The Eurogroup has started the year with hardly any concretions. However, France and Germany try to prevent the semester from ending up blank and finalize a new proposal to give another boost to the eurozone budget. The executives of Angela Merkel and Emmanuel Macron at the moment have agreed on a common position of several points, according to sources of the French Government.
Both cabinets agree to create an independent instrument that is nurtured by resources outside the EU Budget and governed by the Nineteen. The works, according to these sources, will be sent to the European Commission to “feed” the legislative proposal that should be prepared in the coming weeks.
The finance ministers of the eurozone have two folders on the table. But not minors. The first dossier was dragged from 2012 when the idea of creating a fund that guaranteed the deposits of all European taxpayers and that laid the foundations of the Banking Union was launched.
The second, the budget of the eurozone, has become the great workhorse of Macron, which wants to advance in its details before the European elections in May despite the enormous misgivings it raises among the countries of northern Europe, captained by Holland.
The French Finance Minister, Bruno Le Maire, met last night with his German counterpart, Olaf Scholz. On the agenda, among other issues, was the digital tax -which remains stuck in the Council of Ministers of the EU or the initiative of both executives for minimum taxation of companies. The other big issue was the budget of the eurozone.
Diplomatic sources avoided referring to him as a Franco-German proposal and explained that it is a document, which is not yet closed, that will be extended to other countries to feed the Commission’s proposal and the debate within the Eurogroup.
The two ministers had to iron yesterday several details. But sources of the French Government assured that there are already at least four points agreed. The proposal is to create an independent instrument financed with resources from the euro countries that come from outside the Multiannual Financial Framework (MFF).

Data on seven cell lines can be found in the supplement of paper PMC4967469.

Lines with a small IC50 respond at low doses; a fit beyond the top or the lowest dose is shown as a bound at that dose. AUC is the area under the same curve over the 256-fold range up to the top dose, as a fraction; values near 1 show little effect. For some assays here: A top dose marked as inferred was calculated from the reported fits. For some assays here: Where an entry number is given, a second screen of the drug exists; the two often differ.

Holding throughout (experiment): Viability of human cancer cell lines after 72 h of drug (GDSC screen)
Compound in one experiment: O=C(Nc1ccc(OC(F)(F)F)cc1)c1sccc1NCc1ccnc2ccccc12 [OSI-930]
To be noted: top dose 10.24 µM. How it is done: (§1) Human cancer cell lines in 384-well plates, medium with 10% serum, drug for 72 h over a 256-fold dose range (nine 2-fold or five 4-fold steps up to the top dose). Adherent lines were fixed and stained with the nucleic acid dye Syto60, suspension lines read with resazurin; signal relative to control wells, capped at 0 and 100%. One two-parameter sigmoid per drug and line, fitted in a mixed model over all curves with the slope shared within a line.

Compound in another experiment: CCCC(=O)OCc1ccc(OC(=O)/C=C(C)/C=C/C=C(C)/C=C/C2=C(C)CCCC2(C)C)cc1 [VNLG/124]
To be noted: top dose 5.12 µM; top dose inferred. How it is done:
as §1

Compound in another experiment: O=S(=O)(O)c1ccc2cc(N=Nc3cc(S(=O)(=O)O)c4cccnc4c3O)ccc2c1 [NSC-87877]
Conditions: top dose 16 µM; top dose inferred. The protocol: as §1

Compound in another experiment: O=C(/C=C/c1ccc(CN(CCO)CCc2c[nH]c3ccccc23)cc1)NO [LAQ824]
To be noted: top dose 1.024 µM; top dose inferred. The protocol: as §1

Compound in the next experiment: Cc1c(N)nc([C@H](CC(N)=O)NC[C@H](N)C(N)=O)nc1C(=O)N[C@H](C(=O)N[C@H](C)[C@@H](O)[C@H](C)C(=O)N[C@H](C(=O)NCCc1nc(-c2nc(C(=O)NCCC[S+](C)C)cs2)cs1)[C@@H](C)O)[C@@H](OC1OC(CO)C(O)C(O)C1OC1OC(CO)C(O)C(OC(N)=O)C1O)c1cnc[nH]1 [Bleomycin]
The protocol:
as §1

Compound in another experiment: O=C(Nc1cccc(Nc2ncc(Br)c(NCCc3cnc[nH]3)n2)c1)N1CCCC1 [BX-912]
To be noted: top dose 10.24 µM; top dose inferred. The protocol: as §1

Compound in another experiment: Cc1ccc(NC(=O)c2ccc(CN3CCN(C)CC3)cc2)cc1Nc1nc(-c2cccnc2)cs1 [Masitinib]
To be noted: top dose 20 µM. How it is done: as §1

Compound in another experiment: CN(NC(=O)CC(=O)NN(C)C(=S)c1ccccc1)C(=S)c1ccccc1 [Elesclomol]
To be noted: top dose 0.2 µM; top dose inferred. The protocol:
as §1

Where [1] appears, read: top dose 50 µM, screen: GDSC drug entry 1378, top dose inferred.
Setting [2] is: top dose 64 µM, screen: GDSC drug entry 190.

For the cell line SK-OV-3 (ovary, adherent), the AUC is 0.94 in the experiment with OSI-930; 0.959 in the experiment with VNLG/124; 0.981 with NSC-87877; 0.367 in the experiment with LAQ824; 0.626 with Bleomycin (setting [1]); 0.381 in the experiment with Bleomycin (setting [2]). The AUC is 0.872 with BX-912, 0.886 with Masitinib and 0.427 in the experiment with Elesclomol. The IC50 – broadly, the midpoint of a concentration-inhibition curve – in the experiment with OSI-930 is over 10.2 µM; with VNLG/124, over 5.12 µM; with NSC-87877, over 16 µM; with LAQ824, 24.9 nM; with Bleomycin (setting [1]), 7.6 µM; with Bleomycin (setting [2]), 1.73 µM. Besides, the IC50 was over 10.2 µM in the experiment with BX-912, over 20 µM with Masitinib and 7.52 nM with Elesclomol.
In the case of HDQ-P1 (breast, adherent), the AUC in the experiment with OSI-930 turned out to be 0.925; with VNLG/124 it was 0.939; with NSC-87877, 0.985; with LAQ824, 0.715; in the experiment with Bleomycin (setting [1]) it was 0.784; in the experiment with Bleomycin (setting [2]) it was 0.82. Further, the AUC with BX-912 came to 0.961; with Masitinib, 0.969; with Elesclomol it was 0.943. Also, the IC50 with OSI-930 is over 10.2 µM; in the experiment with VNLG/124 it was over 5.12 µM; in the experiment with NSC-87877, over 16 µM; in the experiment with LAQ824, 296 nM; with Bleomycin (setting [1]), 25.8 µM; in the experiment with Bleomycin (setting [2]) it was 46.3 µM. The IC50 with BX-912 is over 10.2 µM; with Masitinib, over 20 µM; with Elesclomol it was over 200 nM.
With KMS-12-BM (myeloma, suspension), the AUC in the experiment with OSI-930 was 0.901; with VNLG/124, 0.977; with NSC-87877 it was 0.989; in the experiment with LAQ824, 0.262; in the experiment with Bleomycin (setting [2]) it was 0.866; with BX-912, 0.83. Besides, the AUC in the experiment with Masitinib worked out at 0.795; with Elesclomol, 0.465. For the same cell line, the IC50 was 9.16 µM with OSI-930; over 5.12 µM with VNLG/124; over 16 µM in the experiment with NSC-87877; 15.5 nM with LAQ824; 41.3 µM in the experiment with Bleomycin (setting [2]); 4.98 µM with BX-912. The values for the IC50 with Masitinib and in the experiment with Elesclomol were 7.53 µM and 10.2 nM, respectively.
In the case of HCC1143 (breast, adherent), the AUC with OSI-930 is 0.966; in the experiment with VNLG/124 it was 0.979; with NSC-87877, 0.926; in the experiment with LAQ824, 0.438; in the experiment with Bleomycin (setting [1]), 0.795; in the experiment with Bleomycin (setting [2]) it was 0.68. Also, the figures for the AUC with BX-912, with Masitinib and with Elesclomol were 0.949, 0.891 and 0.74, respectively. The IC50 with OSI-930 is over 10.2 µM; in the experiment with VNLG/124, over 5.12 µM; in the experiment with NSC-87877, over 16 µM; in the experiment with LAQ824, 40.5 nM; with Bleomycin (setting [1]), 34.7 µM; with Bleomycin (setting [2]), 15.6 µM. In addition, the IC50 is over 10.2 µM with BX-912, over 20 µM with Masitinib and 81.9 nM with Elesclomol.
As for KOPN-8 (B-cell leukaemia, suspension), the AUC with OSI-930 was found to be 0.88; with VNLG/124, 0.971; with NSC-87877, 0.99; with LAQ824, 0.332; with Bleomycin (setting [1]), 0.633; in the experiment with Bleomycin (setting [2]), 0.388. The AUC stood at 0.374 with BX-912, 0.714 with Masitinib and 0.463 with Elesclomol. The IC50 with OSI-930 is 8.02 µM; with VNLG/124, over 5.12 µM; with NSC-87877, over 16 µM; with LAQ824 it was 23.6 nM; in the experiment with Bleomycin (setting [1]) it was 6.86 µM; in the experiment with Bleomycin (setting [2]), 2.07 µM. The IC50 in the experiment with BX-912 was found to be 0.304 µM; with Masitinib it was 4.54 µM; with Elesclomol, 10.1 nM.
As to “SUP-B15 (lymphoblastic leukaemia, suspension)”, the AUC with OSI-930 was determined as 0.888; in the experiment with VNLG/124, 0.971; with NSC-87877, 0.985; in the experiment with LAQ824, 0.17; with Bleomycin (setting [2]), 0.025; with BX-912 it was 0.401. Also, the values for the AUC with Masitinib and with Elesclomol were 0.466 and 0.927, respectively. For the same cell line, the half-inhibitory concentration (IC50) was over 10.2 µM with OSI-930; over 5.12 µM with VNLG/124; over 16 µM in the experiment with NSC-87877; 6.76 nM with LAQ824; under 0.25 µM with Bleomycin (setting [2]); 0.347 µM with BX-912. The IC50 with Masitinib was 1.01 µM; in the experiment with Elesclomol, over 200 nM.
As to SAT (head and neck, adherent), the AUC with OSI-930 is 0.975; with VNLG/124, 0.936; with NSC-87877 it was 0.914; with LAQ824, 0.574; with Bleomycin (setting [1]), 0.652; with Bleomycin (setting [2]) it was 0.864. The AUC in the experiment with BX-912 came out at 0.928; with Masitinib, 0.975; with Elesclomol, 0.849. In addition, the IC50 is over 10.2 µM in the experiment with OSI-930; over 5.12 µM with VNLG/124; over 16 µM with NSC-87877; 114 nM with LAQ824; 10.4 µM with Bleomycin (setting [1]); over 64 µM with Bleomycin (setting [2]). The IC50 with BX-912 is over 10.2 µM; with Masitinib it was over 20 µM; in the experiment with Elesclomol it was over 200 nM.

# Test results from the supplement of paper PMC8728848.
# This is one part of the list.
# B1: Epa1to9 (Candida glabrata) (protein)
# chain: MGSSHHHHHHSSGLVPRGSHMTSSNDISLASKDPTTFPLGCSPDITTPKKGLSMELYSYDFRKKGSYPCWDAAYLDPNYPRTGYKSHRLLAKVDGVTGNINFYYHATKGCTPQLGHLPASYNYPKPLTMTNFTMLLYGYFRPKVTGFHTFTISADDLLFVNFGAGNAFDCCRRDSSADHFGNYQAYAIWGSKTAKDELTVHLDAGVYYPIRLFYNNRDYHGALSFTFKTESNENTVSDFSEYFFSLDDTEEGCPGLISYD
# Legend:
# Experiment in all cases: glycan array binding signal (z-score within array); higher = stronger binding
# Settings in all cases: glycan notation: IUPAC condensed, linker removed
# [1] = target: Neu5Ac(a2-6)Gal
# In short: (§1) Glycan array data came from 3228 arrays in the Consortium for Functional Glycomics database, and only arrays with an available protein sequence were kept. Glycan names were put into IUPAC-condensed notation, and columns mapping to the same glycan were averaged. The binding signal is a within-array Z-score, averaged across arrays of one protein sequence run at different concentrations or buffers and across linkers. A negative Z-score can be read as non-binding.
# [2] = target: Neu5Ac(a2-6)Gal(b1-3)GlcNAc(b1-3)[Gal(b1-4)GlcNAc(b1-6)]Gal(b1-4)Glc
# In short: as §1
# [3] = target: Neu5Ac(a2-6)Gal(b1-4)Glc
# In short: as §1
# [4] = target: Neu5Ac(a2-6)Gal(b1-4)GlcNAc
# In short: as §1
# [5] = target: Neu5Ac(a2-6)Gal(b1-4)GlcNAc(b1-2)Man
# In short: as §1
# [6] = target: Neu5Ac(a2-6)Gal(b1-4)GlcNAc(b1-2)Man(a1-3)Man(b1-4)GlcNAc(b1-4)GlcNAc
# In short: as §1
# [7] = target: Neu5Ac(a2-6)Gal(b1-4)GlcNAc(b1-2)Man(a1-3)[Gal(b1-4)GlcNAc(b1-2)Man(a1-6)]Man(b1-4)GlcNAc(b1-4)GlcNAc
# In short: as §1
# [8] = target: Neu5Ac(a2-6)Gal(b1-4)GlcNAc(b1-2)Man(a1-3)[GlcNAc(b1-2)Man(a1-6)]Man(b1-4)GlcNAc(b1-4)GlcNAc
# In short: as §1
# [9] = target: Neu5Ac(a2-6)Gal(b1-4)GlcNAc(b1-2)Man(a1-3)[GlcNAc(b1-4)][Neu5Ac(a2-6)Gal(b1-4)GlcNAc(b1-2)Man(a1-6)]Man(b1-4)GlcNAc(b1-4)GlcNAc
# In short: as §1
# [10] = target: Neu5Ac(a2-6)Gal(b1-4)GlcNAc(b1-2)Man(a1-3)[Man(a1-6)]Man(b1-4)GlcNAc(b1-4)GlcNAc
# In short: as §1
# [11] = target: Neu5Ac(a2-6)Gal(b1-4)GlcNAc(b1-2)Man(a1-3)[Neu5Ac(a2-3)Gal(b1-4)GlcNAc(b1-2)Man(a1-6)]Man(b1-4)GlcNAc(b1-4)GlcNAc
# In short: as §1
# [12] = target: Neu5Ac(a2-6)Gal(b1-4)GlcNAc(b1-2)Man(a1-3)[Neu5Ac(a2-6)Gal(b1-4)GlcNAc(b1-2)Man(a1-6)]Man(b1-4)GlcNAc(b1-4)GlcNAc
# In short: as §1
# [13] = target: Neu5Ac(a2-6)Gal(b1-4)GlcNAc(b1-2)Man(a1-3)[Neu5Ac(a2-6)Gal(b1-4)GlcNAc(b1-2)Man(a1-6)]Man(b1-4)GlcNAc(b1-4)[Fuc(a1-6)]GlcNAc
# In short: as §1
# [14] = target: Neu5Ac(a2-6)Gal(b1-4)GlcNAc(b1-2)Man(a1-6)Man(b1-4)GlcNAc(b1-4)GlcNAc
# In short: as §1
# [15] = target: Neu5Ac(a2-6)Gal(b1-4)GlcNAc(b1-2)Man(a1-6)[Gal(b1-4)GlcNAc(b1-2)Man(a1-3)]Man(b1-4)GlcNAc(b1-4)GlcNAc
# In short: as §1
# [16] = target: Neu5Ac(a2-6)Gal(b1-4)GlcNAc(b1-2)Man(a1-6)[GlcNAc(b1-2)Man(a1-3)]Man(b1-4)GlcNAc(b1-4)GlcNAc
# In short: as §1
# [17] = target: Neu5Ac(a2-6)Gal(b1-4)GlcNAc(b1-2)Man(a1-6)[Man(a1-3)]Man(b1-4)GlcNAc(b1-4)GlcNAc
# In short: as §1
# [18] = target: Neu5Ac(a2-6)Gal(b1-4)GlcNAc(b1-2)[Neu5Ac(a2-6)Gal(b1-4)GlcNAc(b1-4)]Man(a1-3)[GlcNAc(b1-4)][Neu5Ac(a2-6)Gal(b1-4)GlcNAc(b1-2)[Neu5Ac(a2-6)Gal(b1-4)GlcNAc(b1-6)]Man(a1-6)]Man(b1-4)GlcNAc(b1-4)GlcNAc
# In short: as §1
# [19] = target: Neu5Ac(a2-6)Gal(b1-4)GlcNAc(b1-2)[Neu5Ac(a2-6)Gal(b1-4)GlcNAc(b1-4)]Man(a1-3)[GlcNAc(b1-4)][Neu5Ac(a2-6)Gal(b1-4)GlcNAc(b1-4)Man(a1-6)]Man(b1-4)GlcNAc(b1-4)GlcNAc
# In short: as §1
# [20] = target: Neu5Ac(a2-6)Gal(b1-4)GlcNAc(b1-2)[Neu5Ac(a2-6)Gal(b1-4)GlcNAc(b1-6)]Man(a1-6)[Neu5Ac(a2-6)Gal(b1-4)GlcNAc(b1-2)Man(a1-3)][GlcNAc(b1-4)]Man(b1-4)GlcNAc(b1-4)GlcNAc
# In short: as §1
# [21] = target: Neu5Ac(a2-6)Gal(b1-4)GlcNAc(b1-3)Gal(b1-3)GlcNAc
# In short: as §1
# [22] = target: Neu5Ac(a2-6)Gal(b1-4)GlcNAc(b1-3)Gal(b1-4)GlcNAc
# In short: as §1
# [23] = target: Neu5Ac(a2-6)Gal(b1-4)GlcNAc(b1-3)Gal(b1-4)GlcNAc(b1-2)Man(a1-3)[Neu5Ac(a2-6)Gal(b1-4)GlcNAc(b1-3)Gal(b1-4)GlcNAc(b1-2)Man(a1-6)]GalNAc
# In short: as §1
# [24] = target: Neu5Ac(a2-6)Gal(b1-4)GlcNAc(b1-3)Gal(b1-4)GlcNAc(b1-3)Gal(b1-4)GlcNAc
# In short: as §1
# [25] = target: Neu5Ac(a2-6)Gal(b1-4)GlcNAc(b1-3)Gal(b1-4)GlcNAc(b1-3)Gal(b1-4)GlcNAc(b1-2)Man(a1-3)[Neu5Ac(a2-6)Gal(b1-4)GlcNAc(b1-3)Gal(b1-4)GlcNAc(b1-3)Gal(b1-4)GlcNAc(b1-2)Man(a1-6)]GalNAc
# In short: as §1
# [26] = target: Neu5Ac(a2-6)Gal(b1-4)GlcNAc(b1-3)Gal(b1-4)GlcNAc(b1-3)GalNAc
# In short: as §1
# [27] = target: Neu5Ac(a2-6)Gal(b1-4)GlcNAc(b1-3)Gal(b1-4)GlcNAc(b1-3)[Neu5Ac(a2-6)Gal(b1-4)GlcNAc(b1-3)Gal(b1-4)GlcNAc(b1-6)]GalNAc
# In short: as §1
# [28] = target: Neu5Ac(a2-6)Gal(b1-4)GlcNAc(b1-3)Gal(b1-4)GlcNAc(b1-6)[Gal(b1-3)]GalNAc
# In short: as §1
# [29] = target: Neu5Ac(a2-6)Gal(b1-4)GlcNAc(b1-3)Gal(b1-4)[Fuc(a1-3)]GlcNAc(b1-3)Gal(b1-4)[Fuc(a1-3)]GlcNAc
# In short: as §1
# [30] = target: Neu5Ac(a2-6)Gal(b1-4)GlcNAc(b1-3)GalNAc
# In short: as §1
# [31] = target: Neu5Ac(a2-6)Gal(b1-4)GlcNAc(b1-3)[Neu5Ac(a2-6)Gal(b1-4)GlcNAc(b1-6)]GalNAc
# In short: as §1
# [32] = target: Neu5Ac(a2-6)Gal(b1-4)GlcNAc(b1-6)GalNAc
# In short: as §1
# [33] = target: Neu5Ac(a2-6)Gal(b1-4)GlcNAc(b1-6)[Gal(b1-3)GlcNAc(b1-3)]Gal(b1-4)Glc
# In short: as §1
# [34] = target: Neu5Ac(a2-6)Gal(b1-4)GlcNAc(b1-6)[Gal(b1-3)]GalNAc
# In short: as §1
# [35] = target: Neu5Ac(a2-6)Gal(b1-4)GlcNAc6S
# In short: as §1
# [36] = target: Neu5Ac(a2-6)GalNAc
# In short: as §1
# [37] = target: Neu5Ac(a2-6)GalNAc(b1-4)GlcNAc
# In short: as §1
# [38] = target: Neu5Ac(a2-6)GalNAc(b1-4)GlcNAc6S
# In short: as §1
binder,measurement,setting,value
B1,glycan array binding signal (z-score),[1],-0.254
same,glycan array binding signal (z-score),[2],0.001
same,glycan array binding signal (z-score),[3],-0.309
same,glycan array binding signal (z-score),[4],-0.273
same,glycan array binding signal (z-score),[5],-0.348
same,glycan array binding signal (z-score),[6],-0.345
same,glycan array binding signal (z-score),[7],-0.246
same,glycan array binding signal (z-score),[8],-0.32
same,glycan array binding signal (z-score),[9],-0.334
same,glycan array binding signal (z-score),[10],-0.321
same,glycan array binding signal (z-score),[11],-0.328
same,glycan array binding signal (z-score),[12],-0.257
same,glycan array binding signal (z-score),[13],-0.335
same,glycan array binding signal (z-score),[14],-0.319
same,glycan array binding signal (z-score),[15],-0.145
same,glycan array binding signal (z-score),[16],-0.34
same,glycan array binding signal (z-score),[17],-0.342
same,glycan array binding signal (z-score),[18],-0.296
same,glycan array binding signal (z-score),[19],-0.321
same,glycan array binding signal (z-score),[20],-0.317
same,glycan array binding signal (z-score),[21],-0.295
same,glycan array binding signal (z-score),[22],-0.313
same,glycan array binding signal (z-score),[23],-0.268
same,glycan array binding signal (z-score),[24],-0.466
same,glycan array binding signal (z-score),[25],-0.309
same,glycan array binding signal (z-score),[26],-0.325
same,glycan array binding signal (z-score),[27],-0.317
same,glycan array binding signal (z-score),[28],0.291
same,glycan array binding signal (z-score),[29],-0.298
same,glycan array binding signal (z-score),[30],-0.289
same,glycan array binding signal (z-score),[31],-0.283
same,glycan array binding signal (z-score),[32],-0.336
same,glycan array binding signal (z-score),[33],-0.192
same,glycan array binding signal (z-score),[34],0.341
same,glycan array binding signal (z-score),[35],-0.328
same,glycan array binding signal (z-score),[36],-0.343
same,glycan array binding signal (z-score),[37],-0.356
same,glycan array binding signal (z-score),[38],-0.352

And in spite of the misgivings that this provokes in the rest of the partners of the European Union, both countries think of a budget governed by the Nineteen. At the Euro Summit last December, the heads of state and government had agreed on some accounts anchored within the MFF and also open to countries that are in the foreground of the euro.
The ministers will also agree that this budget will finance reforms and investments within the framework of the European Semester, which sets the guidelines and recommendations to be followed by the countries of the EU. If the document stays there, it will leave the glass half empty again.
Or half full. France battled in the Eurogroup of December all morning so that the instrument collected an anti-crisis or stabilizing function, while Germany and Spain demanded that the possibility of including community unemployment insurance be opened. Holland refused both demands and the document finally picked up the agreement fund for convergence and competitiveness and disagreement which can stabilize economies in times of crisis and include unemployment insurance. That is a pact of minimums to continue negotiating later.
Community sources recalled that the December Summit gave a clear mandate to the European Commission to contribute to the debate of the Eurogroup, which implies that it could reintroduce this anti-crisis function explicitly. It is also possible to see what would be the role of the EU executive in an instrument designed to work independently of the EU accounts. In any case, according to Handelsblatt, last night, that budget had to be accommodated within the legal framework of the Union.
The Commissioner for Economic and Monetary Affairs, Pierre Moscovici, said yesterday in the European Parliament that until the end of its mandate has three priorities on the table: the completion of the Banking Union, the strengthening of the ESM and the creation of the budget of the euro area. And he recalled that a strong euro requires “far-reaching reforms” that promote the “convergence”, “stabilization” and “resilience” of the euro economies. The president of the Eurogroup, Mário Centeno, also called on the camera that this instrument is not only “cosmetic”.
The instrument is on the table of the Eurogroup despite the great reluctance of countries such as Holland or Finland. They accept a budget that favors the convergence and competitiveness of the members of the single currency, but not that they can be used to face economic crises.
The other mechanism, the deposit guarantee fund, advances with the work of two groups: one at a high level, which must set a roadmap for its implementation, and another that takes care of all the technical details. The latter is coordinated by Germany and Spain. The group will not only deal with the design of that fund but with a package of measures that will help reduce banking risks, the great German demand before putting this instrument into operation.